Come spring, I get antsy. No, it's not the warmer weather I'm dying to experience. It's the arrival of the Omega Institute's
amazing summer program catalog. Recently shipped in all its glory to 430,000 mailboxes, this year's 120-page booklet contains descriptions of 300 three-to-five-day "wellness" seminars offered from April through October at Omega's lush, organically fertilized campus in Rhinebeck, New York. Set on 80 acres of the Hudson River Valley, Omega is a spiritual summer camp for grown-ups who want to eat whole foods, breathe deeply, try a new kind of massage or bodywork, and rub shoulders (tap yoga mats?) with marvelous artists, therapists, counselors, and spiritual teachers from Tibet and India as well as the wilds of New York, San Francisco or L.A.
At Omega, you can choose dormitory, campground or private cabin setting, get up at dawn for yoga or meditation, try Tai Chi by the lake, drink miso for breakfast (in itself a revelation) and eat millet bread to your heart's content.
When Omega launched in 1977, the idea of "mindful" living was still alien to most people. But the world has changed. The world is STILL changing: PBS uses spiritual trainers on air to stimulate donations, corporations are requesting health insurance that covers alternative approaches, and many more people are at least saying they'd like to meditate if only they could find the time. Omega's founders would never claim they caused any of this, but for more than twenty years they have been feeding a mighty river, offering respite and enlightened education to one stressed-out person at a time.
Omega's 2003 summer season promises to be especially intense. Among the offerings: Author Alice Walker, Gloria Steinem, Jane Fonda, designer Eileen Fisher and Eve Ensler of "Vagina Monologues" fame teach a three-day conference called "Women and Power: Bringing Balance to the World." Lama Surya Das teaches "Letting Go of Who You Used to Be." Actor Alan Arkin teaches theatric improvisation. Later in the season, Ram Dass, Buddhist author Sharon Saltzberg, and Krishna Das lead "Surrendering to the Moment: A Gathering of Hearts."
You get the idea.
Sadly, Eckhart Tolle's "Power of Now" meditation retreat is already wait listed.
New to Omega this year are faculty members Ralph Nader and Robert Kennedy, Jr., who will lead a three-day conference on water and the environment. Deepak Chopra and Sam Keen show up in July to teach "How to Know God" and "Christianity Revisited" respectively. Workshops that infuse tennis and basketball with spiritual meaning are also popular features.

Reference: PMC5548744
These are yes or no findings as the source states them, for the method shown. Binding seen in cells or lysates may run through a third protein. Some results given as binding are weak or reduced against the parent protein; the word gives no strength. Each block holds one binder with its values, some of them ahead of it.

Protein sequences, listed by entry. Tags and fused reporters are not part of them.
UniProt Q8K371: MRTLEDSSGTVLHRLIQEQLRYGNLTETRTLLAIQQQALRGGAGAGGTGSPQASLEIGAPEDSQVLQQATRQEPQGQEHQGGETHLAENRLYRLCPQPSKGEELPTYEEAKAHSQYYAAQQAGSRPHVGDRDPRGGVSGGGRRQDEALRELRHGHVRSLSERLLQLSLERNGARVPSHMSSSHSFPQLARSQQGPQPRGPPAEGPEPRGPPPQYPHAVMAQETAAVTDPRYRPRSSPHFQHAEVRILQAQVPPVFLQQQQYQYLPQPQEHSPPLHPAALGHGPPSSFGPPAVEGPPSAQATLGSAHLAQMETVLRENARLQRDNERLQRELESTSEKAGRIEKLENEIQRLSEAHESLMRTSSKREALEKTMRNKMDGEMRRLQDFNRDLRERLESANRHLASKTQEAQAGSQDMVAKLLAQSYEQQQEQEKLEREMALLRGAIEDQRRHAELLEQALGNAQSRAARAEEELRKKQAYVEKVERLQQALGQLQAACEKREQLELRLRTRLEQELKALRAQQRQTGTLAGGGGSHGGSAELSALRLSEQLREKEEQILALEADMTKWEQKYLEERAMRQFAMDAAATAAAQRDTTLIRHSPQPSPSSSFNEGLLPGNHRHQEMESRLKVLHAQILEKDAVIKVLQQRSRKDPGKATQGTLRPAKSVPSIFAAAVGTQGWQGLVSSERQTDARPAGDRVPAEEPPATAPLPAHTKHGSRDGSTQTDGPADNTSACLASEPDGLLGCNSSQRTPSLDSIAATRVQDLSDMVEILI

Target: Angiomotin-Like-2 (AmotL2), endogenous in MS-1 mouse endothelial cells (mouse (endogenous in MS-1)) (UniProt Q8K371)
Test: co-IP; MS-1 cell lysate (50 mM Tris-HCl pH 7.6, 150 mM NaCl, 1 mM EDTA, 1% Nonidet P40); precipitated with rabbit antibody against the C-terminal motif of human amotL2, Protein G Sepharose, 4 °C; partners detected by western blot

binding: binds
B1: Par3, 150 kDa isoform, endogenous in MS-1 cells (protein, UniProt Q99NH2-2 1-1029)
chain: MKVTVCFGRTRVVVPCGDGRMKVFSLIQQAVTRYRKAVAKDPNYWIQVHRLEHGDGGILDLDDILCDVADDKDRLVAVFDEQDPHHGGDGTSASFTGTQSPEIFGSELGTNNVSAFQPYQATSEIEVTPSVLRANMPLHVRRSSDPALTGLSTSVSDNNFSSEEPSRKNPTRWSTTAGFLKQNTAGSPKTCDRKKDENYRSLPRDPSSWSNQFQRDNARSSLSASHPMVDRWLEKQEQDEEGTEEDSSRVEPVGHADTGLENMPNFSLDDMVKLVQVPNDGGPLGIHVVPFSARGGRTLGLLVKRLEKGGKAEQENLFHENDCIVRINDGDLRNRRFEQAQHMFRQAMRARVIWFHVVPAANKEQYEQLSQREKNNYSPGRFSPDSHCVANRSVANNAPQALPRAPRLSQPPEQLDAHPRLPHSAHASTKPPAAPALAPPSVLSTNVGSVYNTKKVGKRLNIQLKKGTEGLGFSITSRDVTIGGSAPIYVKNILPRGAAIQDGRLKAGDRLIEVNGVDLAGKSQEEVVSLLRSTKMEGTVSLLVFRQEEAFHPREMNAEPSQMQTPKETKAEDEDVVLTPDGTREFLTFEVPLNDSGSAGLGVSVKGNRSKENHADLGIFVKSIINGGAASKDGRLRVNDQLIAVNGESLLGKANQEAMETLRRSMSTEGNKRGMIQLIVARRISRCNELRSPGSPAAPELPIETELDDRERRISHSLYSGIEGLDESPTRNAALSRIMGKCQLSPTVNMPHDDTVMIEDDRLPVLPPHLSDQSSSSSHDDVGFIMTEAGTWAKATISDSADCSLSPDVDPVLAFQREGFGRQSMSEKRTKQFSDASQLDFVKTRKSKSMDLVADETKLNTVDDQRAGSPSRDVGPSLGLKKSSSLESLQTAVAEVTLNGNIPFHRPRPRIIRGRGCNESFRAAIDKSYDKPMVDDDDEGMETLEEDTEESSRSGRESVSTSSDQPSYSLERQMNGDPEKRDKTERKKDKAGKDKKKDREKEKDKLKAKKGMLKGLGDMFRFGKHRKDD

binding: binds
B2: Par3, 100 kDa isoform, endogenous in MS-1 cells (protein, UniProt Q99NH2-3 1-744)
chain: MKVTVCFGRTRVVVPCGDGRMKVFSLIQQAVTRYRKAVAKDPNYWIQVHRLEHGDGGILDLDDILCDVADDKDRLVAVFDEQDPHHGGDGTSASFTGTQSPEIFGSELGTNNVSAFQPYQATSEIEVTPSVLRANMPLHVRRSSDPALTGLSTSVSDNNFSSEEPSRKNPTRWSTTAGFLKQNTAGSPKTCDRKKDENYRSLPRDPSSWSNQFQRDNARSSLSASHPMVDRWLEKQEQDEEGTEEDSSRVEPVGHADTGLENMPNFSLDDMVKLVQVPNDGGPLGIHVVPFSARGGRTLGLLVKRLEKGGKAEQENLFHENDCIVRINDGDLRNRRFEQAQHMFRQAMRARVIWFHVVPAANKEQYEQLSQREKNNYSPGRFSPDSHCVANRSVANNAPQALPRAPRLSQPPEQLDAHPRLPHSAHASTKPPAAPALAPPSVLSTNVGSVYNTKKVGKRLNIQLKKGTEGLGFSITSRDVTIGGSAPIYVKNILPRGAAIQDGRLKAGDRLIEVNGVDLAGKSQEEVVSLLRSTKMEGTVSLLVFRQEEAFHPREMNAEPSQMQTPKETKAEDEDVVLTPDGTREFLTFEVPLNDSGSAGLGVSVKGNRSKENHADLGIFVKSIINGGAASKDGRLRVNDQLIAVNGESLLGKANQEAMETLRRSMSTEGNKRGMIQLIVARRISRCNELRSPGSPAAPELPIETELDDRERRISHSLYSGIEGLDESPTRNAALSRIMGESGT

There's a family week when parents can come to take their own workshops while their school-aged children can enroll in their own kid's camps with names like "Adventure Game Theater" and "Little Forest People." Don't be surprised if the child you left in the morning, is freer, more spontaneous and expressive than the kid you dropped off. The day care for younger ones, which we've used in the past, is sublime. Omega's store crammed with books, drums, essential oils and tropical attire is almost worth the trip in itself.
In the large community dining hall, one can find a space to be alone to read or join in a heated dialogue about the merits of soy products or George Bush's politics. The meals are meatless, of course, hearty, varied and marvelous. Traditional recreational activities like boating, walking, tennis and swimming are available, but I've always found it difficult to find time to explore those possibilities. Up a forest hill, there's a beautifully designed sanctuary for meditation and private worship. As you walk, spiritual sustenance is offered in the form of babbling forest streams, rock formations, and fountains among the ferns.
I remember the last time I was in blissful residence at Omega, attending a Qigong workshop with Roger Jahnke while my husband Steve studied the world's religions with the saintly Huston Smith. After dinner one evening, I turned to Steve and gushed, "Everything is beautiful here. Even the signs that label the women's room are beautiful." And it's true. During that same trip, Sharon Olds was leading a poetry writing seminar that prompted a full campus evening recitation of people's all-time favorite and most inspiring poems. Huston Smith read a Rudyard Kipling piece I just adored and am still working to find. To be with warm and like-minded strangers in that perfect moment filled me with happiness. It was a moment of good humor and supreme connectedness that I'll treasure for the rest of my life.
If, as Buddhists say, desire is the source of all suffering, then I've got a problem. I ardently desire to make time for a restorative trip to Omega every year.